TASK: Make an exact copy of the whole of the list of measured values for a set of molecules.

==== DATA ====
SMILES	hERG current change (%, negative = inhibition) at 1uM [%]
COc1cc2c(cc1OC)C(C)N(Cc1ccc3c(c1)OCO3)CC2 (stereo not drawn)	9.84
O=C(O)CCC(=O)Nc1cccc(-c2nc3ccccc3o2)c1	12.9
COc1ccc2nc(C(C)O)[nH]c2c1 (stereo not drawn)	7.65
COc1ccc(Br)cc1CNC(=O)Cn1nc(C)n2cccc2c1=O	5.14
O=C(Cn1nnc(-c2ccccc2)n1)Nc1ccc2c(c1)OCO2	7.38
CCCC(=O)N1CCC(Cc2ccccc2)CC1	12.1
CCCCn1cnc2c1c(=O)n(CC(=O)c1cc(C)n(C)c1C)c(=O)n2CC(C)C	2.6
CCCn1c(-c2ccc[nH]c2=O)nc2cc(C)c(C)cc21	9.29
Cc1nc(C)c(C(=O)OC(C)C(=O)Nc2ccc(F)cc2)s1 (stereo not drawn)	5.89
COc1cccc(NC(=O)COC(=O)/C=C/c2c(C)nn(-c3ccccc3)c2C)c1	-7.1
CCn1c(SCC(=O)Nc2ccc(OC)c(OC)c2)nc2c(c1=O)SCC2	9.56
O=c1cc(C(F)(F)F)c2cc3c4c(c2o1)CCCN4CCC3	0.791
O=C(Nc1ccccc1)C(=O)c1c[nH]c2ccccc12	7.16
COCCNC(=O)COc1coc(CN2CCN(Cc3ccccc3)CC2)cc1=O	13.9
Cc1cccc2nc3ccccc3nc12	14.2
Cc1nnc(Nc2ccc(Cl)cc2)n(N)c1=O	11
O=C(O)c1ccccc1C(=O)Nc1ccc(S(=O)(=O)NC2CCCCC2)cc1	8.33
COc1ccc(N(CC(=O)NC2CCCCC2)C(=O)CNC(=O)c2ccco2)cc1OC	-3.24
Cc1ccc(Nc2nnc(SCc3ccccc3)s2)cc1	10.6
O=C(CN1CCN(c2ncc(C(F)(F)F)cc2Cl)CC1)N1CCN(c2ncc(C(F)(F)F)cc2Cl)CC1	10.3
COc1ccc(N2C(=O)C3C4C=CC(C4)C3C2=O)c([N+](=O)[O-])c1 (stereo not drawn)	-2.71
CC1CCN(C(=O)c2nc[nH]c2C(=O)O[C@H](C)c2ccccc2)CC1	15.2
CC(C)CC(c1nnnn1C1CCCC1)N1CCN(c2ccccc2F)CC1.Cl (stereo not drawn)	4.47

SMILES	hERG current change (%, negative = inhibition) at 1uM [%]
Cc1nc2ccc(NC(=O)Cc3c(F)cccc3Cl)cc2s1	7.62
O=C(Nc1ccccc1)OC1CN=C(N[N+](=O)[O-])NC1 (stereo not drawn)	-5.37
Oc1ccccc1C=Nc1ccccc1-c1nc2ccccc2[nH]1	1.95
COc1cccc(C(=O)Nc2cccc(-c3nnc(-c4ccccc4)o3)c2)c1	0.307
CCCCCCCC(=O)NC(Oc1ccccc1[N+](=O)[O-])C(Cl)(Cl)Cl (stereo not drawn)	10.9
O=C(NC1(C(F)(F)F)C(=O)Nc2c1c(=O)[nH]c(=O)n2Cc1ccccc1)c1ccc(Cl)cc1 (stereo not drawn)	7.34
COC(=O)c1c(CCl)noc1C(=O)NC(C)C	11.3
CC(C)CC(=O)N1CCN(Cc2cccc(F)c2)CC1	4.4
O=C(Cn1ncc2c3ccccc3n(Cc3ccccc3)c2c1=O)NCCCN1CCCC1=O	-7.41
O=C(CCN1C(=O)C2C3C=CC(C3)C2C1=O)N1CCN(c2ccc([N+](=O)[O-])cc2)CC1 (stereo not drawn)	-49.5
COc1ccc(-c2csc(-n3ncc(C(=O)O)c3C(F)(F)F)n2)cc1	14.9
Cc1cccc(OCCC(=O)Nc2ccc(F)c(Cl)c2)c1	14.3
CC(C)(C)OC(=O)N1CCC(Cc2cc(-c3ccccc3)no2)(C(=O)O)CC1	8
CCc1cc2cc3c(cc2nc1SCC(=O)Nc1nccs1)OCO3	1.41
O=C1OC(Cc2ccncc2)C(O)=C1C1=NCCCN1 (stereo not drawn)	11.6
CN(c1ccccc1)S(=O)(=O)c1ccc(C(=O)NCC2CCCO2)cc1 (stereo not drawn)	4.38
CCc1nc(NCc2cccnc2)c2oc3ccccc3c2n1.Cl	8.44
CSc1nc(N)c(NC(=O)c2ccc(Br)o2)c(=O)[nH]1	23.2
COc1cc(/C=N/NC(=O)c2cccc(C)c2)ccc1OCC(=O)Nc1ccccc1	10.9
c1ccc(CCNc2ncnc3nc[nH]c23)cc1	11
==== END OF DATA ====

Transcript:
SMILES	hERG current change (%, negative = inhibition) at 1uM [%]
COc1cc2c(cc1OC)C(C)N(Cc1ccc3c(c1)OCO3)CC2 (stereo not drawn)	9.84
O=C(O)CCC(=O)Nc1cccc(-c2nc3ccccc3o2)c1	12.9
COc1ccc2nc(C(C)O)[nH]c2c1 (stereo not drawn)	7.65
COc1ccc(Br)cc1CNC(=O)Cn1nc(C)n2cccc2c1=O	5.14
O=C(Cn1nnc(-c2ccccc2)n1)Nc1ccc2c(c1)OCO2	7.38
CCCC(=O)N1CCC(Cc2ccccc2)CC1	12.1
CCCCn1cnc2c1c(=O)n(CC(=O)c1cc(C)n(C)c1C)c(=O)n2CC(C)C	2.6
CCCn1c(-c2ccc[nH]c2=O)nc2cc(C)c(C)cc21	9.29
Cc1nc(C)c(C(=O)OC(C)C(=O)Nc2ccc(F)cc2)s1 (stereo not drawn)	5.89
COc1cccc(NC(=O)COC(=O)/C=C/c2c(C)nn(-c3ccccc3)c2C)c1	-7.1
CCn1c(SCC(=O)Nc2ccc(OC)c(OC)c2)nc2c(c1=O)SCC2	9.56
O=c1cc(C(F)(F)F)c2cc3c4c(c2o1)CCCN4CCC3	0.791
O=C(Nc1ccccc1)C(=O)c1c[nH]c2ccccc12	7.16
COCCNC(=O)COc1coc(CN2CCN(Cc3ccccc3)CC2)cc1=O	13.9
Cc1cccc2nc3ccccc3nc12	14.2
Cc1nnc(Nc2ccc(Cl)cc2)n(N)c1=O	11
O=C(O)c1ccccc1C(=O)Nc1ccc(S(=O)(=O)NC2CCCCC2)cc1	8.33
COc1ccc(N(CC(=O)NC2CCCCC2)C(=O)CNC(=O)c2ccco2)cc1OC	-3.24
Cc1ccc(Nc2nnc(SCc3ccccc3)s2)cc1	10.6
O=C(CN1CCN(c2ncc(C(F)(F)F)cc2Cl)CC1)N1CCN(c2ncc(C(F)(F)F)cc2Cl)CC1	10.3
COc1ccc(N2C(=O)C3C4C=CC(C4)C3C2=O)c([N+](=O)[O-])c1 (stereo not drawn)	-2.71
CC1CCN(C(=O)c2nc[nH]c2C(=O)O[C@H](C)c2ccccc2)CC1	15.2
CC(C)CC(c1nnnn1C1CCCC1)N1CCN(c2ccccc2F)CC1.Cl (stereo not drawn)	4.47

SMILES	hERG current change (%, negative = inhibition) at 1uM [%]
Cc1nc2ccc(NC(=O)Cc3c(F)cccc3Cl)cc2s1	7.62
O=C(Nc1ccccc1)OC1CN=C(N[N+](=O)[O-])NC1 (stereo not drawn)	-5.37
Oc1ccccc1C=Nc1ccccc1-c1nc2ccccc2[nH]1	1.95
COc1cccc(C(=O)Nc2cccc(-c3nnc(-c4ccccc4)o3)c2)c1	0.307
CCCCCCCC(=O)NC(Oc1ccccc1[N+](=O)[O-])C(Cl)(Cl)Cl (stereo not drawn)	10.9
O=C(NC1(C(F)(F)F)C(=O)Nc2c1c(=O)[nH]c(=O)n2Cc1ccccc1)c1ccc(Cl)cc1 (stereo not drawn)	7.34
COC(=O)c1c(CCl)noc1C(=O)NC(C)C	11.3
CC(C)CC(=O)N1CCN(Cc2cccc(F)c2)CC1	4.4
O=C(Cn1ncc2c3ccccc3n(Cc3ccccc3)c2c1=O)NCCCN1CCCC1=O	-7.41
O=C(CCN1C(=O)C2C3C=CC(C3)C2C1=O)N1CCN(c2ccc([N+](=O)[O-])cc2)CC1 (stereo not drawn)	-49.5
COc1ccc(-c2csc(-n3ncc(C(=O)O)c3C(F)(F)F)n2)cc1	14.9
Cc1cccc(OCCC(=O)Nc2ccc(F)c(Cl)c2)c1	14.3
CC(C)(C)OC(=O)N1CCC(Cc2cc(-c3ccccc3)no2)(C(=O)O)CC1	8
CCc1cc2cc3c(cc2nc1SCC(=O)Nc1nccs1)OCO3	1.41
O=C1OC(Cc2ccncc2)C(O)=C1C1=NCCCN1 (stereo not drawn)	11.6
CN(c1ccccc1)S(=O)(=O)c1ccc(C(=O)NCC2CCCO2)cc1 (stereo not drawn)	4.38
CCc1nc(NCc2cccnc2)c2oc3ccccc3c2n1.Cl	8.44
CSc1nc(N)c(NC(=O)c2ccc(Br)o2)c(=O)[nH]1	23.2
COc1cc(/C=N/NC(=O)c2cccc(C)c2)ccc1OCC(=O)Nc1ccccc1	10.9
c1ccc(CCNc2ncnc3nc[nH]c23)cc1	11